Prototype Hydraulically Actuated Sliding Cleanout Valve demonstrated during NTTC’s Tank Truck Week in Houston TX.
Prototype Hydraulically Actuated Sliding Cleanout Valve demonstrated during NTTC’s Tank Truck Week in Houston TX.
Prototype Hydraulically Actuated Sliding Cleanout Valve demonstrated during NTTC’s Tank Truck Week in Houston TX.
Prototype Hydraulically Actuated Sliding Cleanout Valve demonstrated during NTTC’s Tank Truck Week in Houston TX.
Prototype Hydraulically Actuated Sliding Cleanout Valve demonstrated during NTTC’s Tank Truck Week in Houston TX.

Speakers discuss HASCO valve, lean duplex steel, cargo tank citations

Feb. 2, 2014
KEEPING drivers and mechanics off the tops of tank trailers has become increasingly critical from a safety standpoint.

KEEPING drivers and mechanics off the tops of tank trailers has become increasingly critical from a safety standpoint. One of the latest developments in that effort was discussed during the Tank Trailer Manufacturers Association (TTMA) report delivered during National Tank Truck Carriers’ Tank Truck Week held October 28-30, 2013 in Houston, Texas.

Other topics discussed by TTMA representatives included chemical tank trailers constructed from lean duplex steel and disputable citations issued by enforcement personnel during roadside inspections of cargo tanks.

On the fall-protection side, carriers and members of the TTMA are doing field studies to test the effectiveness of the Hydraulically Actuated Sliding Cleanout Valve (HASCO) prototype, according to Dave Girard of Girard Equipment.

The HASCO Valve resulted from the Cargo Tank Risk Management Committee’s (CTRMC) efforts to limit driver falls from the top of trailers.

“We’re looking at this from the perspective of keeping drivers safe,” Girard said. “We have a manhole protected by an overturn, as well as on certain tanks, MC-307 and DOT-407, there may be a cleanout—an opening where a tank-cleaning facility would insert equipment to clean tanks, usually for difficult-to-clean products. Drivers are obligated to make sure a load is secure. So they’ll check the manhole cover and cleanout caps. Cleanouts tend to be at the end of the catwalk, so we ask drivers to go to the end of the cleanout and make sure the cap is set. Every year, there are falls. It’s just inevitable.

“The beauty of the HASCO Valve is it keeps drivers from having to make that climb because it’s operated from the ground. Typically, a cleanout cap has a seven- to 10-inch diameter. That’s a small space to work within.”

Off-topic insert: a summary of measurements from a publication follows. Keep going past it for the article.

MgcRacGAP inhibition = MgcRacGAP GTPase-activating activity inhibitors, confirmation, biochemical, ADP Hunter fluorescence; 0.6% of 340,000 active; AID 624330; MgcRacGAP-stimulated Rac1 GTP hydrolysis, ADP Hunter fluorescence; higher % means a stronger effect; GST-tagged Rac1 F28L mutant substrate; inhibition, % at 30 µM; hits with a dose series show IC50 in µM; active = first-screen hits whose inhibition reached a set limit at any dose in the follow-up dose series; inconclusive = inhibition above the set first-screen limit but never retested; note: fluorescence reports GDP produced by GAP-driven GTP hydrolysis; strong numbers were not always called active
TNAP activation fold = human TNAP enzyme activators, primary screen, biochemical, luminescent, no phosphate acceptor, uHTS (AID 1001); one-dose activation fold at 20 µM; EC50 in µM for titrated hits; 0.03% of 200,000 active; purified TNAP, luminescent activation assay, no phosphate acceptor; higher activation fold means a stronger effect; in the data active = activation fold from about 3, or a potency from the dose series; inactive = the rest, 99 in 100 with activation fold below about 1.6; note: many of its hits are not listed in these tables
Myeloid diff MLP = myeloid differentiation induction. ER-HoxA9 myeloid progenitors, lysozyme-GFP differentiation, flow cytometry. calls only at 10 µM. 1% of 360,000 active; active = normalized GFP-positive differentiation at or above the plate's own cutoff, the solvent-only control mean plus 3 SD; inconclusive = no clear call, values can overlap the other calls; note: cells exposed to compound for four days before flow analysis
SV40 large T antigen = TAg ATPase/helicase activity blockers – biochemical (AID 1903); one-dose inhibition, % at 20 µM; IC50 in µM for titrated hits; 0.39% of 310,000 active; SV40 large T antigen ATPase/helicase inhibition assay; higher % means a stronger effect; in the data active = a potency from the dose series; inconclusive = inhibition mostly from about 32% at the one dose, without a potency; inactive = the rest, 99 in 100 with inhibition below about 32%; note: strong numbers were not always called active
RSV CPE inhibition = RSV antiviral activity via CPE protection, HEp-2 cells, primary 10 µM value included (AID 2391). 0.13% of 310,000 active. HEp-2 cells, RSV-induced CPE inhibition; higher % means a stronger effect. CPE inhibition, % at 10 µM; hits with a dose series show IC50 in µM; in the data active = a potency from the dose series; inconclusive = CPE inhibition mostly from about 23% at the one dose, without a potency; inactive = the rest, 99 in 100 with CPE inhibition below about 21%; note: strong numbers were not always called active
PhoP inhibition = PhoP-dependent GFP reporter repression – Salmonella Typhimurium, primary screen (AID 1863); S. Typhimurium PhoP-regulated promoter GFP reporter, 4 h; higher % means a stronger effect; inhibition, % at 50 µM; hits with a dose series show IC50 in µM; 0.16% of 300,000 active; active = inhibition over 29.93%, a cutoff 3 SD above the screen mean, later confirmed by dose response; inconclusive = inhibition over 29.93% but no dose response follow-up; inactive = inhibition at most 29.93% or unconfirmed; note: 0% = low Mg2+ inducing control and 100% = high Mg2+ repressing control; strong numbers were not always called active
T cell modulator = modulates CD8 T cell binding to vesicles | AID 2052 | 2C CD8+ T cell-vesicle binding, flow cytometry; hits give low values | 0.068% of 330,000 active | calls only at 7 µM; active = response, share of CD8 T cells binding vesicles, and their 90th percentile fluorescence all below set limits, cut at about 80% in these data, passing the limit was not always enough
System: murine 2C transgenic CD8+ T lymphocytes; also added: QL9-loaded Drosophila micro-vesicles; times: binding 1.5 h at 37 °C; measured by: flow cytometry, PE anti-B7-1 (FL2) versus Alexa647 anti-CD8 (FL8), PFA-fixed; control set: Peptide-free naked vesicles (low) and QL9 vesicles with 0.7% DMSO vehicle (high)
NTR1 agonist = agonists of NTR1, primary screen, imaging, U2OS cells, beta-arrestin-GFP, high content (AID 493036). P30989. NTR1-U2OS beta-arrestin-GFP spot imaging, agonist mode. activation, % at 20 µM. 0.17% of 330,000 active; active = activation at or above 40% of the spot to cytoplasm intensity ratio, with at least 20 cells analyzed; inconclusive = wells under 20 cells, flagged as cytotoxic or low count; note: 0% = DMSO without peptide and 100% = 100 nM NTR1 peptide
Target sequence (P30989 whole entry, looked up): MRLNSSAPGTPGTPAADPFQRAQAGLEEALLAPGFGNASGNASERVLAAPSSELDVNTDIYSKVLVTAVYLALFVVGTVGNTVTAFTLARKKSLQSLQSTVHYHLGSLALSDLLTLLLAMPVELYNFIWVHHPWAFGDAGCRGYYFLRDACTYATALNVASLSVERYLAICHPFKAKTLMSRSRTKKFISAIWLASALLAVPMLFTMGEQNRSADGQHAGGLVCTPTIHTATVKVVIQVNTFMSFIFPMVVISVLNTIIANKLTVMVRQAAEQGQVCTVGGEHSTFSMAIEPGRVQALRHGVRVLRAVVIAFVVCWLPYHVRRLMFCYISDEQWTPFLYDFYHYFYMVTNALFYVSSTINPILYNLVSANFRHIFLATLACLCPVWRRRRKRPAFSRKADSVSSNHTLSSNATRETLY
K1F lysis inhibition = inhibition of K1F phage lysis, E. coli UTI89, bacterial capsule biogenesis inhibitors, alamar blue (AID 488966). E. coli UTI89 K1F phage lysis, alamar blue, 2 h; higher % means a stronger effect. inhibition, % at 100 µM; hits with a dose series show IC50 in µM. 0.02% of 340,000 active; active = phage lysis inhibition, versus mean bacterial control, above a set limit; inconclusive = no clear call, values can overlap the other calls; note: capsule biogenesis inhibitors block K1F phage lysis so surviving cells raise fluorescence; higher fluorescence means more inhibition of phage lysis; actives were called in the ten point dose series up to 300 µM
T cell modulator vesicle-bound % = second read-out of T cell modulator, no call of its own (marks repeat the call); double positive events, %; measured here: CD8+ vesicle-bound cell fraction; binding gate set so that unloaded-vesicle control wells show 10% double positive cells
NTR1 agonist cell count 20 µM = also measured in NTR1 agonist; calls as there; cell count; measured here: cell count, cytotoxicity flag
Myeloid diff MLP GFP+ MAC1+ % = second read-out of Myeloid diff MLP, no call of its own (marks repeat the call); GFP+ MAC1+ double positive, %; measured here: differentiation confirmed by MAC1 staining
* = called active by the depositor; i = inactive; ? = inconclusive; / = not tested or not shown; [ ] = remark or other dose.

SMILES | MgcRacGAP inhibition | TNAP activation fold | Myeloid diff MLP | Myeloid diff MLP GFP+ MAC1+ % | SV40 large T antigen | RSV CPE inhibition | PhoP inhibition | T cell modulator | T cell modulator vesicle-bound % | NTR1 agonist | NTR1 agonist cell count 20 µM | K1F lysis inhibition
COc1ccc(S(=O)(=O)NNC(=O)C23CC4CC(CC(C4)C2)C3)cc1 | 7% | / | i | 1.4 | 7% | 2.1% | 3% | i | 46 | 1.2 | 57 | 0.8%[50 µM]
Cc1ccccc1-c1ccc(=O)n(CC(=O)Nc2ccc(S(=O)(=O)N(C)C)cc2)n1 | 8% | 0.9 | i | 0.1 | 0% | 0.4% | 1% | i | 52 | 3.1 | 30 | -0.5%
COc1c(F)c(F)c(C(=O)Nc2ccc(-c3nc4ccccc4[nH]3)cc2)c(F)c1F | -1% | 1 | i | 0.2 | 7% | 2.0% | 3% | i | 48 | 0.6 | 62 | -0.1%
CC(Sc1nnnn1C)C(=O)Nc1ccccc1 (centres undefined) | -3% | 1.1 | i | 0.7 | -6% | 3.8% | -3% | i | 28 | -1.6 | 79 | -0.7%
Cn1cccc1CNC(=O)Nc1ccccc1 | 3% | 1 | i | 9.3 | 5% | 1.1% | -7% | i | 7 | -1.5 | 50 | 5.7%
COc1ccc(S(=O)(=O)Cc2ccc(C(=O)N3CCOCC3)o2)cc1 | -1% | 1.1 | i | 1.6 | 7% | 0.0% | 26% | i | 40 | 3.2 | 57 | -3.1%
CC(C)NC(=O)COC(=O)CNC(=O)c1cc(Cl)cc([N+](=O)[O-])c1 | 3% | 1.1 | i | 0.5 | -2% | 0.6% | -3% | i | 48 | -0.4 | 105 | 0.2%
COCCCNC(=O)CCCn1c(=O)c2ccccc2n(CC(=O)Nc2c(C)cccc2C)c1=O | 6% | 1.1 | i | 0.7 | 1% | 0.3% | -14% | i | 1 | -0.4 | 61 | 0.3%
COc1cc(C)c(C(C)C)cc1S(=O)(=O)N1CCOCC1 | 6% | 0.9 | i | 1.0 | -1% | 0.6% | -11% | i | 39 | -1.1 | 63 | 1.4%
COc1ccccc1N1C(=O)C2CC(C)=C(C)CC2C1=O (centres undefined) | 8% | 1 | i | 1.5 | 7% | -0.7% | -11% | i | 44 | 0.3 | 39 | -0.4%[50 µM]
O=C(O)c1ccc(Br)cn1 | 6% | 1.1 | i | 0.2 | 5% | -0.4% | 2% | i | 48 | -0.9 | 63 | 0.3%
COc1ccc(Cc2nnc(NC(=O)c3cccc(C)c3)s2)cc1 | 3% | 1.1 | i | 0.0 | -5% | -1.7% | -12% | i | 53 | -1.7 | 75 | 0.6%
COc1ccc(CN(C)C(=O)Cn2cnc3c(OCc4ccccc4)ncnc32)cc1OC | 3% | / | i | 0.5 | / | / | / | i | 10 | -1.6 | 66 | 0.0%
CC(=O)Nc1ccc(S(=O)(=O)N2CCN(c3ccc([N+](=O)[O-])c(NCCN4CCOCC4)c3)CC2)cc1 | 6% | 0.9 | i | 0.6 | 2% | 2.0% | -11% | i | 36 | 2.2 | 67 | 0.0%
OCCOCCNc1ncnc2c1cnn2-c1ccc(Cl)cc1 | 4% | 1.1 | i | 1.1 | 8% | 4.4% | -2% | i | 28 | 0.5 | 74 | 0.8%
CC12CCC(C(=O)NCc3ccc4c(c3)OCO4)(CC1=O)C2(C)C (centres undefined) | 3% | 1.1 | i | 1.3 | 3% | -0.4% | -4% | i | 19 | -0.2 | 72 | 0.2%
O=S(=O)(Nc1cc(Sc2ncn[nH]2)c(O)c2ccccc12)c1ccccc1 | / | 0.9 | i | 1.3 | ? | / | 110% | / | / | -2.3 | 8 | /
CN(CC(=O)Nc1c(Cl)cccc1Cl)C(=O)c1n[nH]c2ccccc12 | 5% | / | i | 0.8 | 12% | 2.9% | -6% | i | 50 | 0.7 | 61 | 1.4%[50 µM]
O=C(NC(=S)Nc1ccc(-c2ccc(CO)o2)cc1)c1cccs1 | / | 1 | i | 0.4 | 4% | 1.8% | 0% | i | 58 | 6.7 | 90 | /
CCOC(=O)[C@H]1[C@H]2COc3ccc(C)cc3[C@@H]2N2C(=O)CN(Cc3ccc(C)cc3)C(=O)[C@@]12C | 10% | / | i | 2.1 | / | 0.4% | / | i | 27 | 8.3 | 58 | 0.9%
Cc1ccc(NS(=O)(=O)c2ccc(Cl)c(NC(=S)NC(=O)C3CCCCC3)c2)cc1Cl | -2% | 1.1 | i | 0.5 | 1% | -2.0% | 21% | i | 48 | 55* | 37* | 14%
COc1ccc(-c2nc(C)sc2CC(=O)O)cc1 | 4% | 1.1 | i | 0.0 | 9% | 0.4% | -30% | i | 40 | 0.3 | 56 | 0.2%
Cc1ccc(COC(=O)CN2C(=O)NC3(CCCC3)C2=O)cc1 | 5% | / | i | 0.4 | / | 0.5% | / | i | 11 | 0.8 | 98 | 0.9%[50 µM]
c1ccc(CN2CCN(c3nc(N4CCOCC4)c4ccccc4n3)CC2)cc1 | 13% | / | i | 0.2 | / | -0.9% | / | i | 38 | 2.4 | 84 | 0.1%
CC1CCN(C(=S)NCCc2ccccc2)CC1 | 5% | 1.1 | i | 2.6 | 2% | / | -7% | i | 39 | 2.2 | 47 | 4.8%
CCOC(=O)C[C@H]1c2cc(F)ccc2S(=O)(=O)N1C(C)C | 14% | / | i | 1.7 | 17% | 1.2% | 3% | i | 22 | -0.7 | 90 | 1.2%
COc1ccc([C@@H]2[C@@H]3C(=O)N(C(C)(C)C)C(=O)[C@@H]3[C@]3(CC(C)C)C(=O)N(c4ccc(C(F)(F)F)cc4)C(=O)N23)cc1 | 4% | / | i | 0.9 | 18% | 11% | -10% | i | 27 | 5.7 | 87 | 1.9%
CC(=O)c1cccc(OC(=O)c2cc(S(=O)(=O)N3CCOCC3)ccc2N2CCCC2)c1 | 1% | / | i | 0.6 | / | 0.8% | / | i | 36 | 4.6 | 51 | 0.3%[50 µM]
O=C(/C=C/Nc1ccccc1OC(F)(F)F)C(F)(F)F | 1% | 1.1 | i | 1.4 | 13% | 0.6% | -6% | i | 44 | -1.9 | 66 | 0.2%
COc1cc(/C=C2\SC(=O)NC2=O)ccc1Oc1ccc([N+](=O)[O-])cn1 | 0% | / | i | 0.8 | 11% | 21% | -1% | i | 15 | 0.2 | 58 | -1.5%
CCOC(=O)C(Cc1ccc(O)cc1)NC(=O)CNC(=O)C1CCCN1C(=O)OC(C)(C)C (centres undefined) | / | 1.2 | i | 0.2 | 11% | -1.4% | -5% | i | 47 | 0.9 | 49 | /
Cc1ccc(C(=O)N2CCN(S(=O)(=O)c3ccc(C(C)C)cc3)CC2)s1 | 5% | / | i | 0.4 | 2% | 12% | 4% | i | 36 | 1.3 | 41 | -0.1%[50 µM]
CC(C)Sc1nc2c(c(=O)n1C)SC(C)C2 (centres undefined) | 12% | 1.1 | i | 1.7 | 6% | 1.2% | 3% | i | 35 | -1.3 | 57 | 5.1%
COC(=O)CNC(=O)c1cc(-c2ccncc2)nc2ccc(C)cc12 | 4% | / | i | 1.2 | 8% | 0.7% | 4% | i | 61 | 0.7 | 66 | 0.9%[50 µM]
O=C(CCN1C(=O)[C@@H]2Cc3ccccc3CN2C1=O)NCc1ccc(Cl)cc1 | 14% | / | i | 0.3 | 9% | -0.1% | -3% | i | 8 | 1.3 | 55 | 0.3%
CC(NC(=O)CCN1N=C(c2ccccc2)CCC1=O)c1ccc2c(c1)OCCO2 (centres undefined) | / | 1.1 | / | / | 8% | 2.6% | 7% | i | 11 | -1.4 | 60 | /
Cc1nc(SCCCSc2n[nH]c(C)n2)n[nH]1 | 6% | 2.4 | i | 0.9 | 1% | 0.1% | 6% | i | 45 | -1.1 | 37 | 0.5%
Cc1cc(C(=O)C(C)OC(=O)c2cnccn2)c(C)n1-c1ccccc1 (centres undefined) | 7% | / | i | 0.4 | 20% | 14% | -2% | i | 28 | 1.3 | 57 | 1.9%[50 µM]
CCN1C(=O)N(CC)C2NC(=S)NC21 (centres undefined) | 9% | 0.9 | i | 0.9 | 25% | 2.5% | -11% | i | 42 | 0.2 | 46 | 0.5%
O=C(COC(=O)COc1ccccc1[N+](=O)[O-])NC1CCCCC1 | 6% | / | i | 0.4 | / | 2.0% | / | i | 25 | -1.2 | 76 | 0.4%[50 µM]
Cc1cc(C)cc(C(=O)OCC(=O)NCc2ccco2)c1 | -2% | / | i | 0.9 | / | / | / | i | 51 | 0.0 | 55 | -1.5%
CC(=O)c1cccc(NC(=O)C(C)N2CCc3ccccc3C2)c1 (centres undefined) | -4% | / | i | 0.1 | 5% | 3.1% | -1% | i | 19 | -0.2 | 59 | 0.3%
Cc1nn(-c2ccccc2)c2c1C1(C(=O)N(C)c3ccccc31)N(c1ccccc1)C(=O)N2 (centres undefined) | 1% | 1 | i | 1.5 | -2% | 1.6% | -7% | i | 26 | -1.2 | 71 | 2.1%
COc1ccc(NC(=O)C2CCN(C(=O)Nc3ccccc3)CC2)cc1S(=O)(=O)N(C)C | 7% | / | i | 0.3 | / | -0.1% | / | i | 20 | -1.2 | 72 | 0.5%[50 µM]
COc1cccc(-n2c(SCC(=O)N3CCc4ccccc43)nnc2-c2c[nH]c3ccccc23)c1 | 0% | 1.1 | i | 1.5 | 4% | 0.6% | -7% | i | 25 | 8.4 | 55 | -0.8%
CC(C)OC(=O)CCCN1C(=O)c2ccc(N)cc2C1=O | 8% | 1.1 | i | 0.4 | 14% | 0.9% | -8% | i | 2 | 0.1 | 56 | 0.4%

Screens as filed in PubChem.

Girard said TTMA feedback would provide a better idea of how to write a Recommended Practice.

“This would enable any manufacturer to come out with an idea like this,” he said. “I strongly encourage anyone—fleet carriers, tank facilities, shop facilities—to seek out TTMA members.”

Lean duplex

Stainless steel in the 300 series has been the go-to material in the industry for decades, but because of its limitations, stainless steel manufacturers have developed new cost-competitive grades of stainless steel—lean duplex and duplex barrel materials—that offer advantages over 300 stainless, according to Peter Weis, chief engineer for Polar Tank Trailer .

He said austenitic steel is a typical T316/T304 material, with high toughness (fracture resistance), good weldability, good formability, higher thermal expansion, and non-magnetic properties. Ferritic steel—used in kitchen appliances and mufflers—has low toughness and limited weldability, is stress-corrosion-cracking resistant, has higher thermal conductivity, and is magnetic.

“Add the two together and you get duplex,” Weis said. “Like chocolate and peanut butter, they’re better mixed together. This is dramatic oversimplification of the material-making process but you end up with duplex class stainless steel: 2101, 2205, and other grades.”

They’re characterized by high toughness, high strength, acceptable weldability, acceptable formability, and lower thermal expansion. Lean duplex (LDX 2101) is 21% chrome and 1% nickel, while duplex (2205) is 22% chrome and 5% nickel. He said this structure can be preserved in a welded joint, with a microstructure of 50% ferrite and 50% austenite.

Weis said 2205 duplex is a “standard duplex” that emerged in the 1980s and is the most common duplex material.

“2205 duplex was used on some tankers in the 1980s for its thermal properties, but is uncommon in our industry—you’re talking handfuls of trailers,” Weis said.